Whitman, Neruda, and Bodily Crisis

I am planning on writing my research paper on Whitman and Neruda and the subject of self, specifically in terms of bodily limits. Both poets express throughout their poems different feelings towards their bodily existence and limits. I want to trace the crisis of this through a few of each of their poems, and find the highs and lows of it and how, if at all, they are similar.

Whitman has moments of immense celebration of his body. For instance, the beginning sections of Song of Myself exemplify this, when he excuses himself from everyone to go and admire himself in the bath. However, at other moments there is a jumbled celebration, and he seems more disturbed and more aware of being a captive in his own skin. This is evident in the “lurking” he describes in Eidolons. Finally, close to his death Whitman writes Preface Note to 2d Annex in which he describes his decrepit body as a shell-like “conch-shell” existence. I feel that this is a different “shell” feeling than his earlier “lurking”, however, because of the implications of conch shells, which re-house monarchs regularly as they grow. I want to see if this idea of moving through skins and through bodies has any real merit for Whitman, or if it should simply be left in the poem as is.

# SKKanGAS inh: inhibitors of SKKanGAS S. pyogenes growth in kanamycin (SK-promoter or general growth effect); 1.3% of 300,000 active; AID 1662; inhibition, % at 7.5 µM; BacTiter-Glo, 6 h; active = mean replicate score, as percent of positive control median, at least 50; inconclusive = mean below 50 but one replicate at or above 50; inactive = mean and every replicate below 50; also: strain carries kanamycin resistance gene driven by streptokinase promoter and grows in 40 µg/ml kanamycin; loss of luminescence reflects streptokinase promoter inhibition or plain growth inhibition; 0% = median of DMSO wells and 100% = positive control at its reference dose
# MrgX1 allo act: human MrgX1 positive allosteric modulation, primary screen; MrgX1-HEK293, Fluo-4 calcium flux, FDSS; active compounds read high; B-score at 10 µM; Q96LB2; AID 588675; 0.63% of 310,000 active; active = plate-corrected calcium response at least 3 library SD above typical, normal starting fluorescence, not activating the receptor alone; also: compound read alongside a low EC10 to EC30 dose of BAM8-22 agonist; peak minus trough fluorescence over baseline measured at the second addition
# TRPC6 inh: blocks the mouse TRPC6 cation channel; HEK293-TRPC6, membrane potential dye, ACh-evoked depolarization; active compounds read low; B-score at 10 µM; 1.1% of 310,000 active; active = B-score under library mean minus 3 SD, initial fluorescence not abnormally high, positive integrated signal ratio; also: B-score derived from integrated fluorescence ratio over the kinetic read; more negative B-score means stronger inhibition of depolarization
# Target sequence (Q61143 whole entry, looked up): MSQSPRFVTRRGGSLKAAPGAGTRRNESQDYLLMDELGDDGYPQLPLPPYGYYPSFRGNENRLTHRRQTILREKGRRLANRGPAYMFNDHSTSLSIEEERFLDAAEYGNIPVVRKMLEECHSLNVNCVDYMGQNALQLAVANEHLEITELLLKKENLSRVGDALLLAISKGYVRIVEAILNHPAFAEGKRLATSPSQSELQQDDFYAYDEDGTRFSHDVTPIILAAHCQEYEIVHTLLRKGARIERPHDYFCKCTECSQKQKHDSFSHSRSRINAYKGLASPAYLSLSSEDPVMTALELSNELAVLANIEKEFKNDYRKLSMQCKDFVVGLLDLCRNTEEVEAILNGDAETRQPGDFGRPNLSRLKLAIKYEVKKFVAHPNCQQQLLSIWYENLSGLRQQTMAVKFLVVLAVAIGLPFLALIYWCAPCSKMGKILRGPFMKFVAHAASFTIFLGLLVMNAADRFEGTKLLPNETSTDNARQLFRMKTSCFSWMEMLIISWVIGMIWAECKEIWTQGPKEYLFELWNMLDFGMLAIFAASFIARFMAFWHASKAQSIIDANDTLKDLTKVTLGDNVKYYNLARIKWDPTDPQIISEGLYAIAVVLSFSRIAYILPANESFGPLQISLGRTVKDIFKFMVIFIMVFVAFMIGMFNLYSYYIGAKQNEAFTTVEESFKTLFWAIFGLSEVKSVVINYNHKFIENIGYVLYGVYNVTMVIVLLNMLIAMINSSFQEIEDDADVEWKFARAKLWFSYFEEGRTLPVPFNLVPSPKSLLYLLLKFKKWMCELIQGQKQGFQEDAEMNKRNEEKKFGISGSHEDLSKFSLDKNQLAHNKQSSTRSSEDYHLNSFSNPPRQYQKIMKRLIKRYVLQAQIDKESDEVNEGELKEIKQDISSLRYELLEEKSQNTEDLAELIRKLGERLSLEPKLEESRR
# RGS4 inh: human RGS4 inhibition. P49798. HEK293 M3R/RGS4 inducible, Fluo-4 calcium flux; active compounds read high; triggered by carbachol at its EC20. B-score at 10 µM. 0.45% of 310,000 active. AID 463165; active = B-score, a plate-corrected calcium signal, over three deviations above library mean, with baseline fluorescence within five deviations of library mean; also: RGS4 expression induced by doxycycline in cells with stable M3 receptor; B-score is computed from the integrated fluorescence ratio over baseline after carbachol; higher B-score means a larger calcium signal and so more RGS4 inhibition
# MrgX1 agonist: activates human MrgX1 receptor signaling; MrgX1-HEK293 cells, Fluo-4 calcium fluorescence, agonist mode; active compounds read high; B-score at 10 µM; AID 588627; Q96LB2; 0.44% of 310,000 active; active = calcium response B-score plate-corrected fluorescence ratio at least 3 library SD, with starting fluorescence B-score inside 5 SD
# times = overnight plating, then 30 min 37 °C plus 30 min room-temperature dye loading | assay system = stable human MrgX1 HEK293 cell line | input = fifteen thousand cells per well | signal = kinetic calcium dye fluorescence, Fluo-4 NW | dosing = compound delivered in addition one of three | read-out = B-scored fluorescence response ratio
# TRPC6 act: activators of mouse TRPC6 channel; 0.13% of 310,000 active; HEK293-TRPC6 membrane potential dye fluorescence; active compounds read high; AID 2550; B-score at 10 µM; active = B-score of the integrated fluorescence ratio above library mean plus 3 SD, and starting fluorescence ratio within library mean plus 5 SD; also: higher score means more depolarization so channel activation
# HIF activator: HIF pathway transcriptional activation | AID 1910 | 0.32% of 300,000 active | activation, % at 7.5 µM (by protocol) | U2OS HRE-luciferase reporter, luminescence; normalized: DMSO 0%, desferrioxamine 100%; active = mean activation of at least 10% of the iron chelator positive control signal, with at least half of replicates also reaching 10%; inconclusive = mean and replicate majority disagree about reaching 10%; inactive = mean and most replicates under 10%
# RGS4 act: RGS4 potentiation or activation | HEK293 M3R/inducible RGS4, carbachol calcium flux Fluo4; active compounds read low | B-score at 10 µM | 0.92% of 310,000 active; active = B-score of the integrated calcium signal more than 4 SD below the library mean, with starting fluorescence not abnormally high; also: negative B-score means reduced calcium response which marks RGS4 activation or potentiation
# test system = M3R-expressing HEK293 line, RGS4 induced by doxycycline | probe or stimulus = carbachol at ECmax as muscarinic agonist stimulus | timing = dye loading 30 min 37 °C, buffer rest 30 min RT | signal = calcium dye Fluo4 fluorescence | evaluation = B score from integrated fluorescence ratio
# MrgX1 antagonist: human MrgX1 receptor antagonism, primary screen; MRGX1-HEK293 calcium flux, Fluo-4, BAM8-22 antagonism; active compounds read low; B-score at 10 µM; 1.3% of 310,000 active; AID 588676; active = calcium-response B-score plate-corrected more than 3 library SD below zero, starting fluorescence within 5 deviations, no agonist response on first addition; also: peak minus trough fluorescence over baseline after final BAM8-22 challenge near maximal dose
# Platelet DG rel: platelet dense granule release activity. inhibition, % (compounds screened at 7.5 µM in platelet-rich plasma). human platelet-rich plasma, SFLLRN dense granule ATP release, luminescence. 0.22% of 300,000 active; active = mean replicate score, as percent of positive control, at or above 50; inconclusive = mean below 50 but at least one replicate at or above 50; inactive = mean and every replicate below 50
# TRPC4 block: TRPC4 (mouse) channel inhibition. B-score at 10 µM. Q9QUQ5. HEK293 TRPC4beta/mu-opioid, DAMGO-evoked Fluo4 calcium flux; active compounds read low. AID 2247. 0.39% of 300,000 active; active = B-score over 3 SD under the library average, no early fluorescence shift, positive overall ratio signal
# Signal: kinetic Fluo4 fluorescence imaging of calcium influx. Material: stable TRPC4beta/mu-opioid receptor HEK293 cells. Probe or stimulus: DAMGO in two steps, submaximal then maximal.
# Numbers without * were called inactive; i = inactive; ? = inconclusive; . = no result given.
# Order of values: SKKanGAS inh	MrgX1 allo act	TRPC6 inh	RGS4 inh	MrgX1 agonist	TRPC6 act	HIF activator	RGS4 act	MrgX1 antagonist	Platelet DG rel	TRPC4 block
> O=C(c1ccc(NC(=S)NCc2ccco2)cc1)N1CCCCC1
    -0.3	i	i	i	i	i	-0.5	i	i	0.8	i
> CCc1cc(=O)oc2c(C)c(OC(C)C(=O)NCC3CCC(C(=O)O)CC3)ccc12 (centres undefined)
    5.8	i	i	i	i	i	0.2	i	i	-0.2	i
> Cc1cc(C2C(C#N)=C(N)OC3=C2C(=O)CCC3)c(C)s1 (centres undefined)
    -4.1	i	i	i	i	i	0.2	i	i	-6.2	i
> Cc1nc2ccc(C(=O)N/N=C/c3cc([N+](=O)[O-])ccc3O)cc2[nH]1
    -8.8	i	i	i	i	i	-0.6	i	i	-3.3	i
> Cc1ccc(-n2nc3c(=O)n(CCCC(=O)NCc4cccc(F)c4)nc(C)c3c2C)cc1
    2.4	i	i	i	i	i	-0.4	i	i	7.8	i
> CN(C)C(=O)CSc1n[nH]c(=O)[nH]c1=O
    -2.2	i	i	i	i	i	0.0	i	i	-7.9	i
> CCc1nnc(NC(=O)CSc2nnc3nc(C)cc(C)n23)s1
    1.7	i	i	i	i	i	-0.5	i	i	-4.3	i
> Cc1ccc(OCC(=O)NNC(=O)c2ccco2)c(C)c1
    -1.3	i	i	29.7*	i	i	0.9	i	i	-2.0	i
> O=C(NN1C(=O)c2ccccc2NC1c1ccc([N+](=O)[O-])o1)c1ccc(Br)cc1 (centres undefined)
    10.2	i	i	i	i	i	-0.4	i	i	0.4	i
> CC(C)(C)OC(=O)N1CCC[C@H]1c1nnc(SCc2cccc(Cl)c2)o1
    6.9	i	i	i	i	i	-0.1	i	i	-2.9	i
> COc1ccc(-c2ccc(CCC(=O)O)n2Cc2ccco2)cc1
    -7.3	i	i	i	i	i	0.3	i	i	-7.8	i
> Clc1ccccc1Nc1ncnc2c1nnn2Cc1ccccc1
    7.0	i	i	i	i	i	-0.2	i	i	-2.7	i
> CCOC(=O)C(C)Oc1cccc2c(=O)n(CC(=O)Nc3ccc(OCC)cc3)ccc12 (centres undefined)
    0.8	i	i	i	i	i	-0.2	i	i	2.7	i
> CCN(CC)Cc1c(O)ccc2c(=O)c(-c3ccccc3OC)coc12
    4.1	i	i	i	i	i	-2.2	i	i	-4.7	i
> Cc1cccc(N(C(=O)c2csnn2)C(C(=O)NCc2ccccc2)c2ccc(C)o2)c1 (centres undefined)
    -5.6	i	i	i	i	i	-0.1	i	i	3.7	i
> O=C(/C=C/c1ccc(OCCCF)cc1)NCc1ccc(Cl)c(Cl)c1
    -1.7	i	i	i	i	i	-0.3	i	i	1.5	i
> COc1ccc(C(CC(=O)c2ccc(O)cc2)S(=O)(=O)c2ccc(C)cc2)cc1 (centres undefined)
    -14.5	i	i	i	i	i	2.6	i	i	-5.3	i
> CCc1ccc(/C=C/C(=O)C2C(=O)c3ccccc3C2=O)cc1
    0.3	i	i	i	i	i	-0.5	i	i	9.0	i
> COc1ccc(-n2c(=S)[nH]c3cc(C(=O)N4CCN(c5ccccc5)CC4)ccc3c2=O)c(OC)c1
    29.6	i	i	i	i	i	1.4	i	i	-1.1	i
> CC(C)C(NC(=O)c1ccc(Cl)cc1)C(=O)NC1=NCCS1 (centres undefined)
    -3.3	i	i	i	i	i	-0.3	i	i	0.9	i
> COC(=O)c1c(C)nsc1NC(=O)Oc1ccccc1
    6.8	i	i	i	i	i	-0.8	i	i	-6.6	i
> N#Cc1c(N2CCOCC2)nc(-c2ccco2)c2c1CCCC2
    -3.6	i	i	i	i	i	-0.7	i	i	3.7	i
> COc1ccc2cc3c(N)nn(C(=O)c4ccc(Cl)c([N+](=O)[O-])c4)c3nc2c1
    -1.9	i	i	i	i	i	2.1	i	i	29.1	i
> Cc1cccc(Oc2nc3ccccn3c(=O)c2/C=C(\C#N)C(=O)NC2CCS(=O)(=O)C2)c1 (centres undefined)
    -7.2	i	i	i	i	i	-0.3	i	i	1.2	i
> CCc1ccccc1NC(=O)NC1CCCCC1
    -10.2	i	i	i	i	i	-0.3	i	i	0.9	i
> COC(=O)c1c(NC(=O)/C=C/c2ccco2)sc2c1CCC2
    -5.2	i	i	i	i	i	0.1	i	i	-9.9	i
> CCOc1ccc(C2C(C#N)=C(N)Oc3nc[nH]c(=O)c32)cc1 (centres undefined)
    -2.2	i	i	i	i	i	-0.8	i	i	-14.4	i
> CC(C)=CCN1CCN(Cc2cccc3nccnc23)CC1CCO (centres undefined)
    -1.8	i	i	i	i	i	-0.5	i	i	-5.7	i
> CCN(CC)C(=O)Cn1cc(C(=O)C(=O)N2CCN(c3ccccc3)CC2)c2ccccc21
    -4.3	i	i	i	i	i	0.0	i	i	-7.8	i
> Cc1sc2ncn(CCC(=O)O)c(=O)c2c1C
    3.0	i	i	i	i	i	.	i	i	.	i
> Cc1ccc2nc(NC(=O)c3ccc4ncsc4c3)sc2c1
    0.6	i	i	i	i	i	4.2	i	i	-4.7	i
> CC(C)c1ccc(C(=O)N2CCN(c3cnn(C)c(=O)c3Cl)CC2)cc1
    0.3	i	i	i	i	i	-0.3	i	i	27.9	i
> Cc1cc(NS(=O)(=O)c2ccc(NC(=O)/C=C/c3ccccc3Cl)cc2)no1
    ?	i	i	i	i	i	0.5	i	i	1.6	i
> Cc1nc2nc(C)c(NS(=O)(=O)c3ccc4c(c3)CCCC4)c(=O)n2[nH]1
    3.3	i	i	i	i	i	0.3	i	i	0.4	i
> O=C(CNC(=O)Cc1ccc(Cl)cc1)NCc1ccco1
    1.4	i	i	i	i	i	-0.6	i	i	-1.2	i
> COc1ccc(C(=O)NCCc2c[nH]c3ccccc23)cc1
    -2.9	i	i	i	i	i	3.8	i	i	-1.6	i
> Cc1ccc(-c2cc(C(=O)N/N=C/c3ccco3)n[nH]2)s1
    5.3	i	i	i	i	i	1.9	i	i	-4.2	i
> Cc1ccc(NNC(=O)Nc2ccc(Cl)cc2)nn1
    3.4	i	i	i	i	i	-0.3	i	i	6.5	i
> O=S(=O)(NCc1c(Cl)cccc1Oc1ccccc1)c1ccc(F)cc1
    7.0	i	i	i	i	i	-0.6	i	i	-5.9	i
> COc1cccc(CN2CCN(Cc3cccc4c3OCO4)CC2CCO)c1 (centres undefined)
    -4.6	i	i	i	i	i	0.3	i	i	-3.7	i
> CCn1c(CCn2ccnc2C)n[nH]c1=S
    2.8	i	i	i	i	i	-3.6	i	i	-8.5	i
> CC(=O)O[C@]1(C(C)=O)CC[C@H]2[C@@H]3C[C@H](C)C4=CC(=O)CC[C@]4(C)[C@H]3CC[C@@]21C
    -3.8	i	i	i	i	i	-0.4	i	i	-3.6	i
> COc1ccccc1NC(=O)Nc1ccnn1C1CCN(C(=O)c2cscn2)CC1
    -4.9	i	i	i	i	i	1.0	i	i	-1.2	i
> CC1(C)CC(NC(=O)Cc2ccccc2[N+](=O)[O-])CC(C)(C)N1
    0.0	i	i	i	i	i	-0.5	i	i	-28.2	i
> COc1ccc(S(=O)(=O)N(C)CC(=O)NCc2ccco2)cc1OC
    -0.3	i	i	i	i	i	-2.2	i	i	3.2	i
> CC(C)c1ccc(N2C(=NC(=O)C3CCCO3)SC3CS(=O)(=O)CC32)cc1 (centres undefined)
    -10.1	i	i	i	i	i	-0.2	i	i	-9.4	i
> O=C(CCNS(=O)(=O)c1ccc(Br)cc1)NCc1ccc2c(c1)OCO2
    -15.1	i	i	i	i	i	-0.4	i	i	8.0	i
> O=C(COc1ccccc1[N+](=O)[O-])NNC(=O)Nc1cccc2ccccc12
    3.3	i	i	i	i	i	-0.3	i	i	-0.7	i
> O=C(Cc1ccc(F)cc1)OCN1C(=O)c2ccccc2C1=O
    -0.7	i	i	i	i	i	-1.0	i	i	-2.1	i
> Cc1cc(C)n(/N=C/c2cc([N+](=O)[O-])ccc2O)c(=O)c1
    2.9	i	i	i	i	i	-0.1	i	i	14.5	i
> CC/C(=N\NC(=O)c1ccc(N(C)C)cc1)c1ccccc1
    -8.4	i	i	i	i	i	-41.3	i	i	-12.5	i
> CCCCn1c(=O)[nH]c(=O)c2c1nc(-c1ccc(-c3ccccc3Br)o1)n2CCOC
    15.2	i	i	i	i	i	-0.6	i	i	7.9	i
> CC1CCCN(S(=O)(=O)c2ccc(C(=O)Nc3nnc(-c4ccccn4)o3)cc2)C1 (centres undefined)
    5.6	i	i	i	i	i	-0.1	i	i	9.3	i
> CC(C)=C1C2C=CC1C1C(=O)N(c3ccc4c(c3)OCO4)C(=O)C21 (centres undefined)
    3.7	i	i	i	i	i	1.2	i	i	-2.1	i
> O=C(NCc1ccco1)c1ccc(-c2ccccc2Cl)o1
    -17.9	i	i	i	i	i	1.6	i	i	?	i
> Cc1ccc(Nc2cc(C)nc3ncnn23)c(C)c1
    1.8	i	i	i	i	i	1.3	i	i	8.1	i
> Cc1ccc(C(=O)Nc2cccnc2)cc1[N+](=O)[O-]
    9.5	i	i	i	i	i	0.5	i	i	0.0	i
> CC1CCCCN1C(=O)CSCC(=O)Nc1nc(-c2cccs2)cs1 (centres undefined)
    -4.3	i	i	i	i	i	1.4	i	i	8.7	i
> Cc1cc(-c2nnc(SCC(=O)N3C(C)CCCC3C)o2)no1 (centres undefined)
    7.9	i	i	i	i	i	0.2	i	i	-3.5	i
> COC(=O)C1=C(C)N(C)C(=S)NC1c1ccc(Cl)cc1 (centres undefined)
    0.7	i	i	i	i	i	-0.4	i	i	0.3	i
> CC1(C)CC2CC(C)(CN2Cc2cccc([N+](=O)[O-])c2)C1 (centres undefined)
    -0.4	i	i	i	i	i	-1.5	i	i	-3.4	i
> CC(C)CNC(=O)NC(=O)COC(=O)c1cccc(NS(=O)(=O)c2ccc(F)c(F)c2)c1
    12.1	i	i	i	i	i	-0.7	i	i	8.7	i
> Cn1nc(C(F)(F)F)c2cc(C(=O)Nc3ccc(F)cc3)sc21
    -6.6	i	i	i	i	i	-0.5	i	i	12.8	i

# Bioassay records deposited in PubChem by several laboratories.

In Neruda’s Body of Woman he speaks of “surviving himself”, yet there is also a lot of celebration of the body here. I can talk about his exploration of the woman’s body–her skin, in terms of Whitman’s bodily celebration. Some of Neruda’s other poems however seem stuck on this need to survive himself. For instance, in “Walking Around” Neruda says he is “tired of being a man.” I am interested to see if Neruda has a poem similar to Whitman’s conch-shell Preface, or, in general, how he concludes this crisis of bodily limitations at the end of his life.

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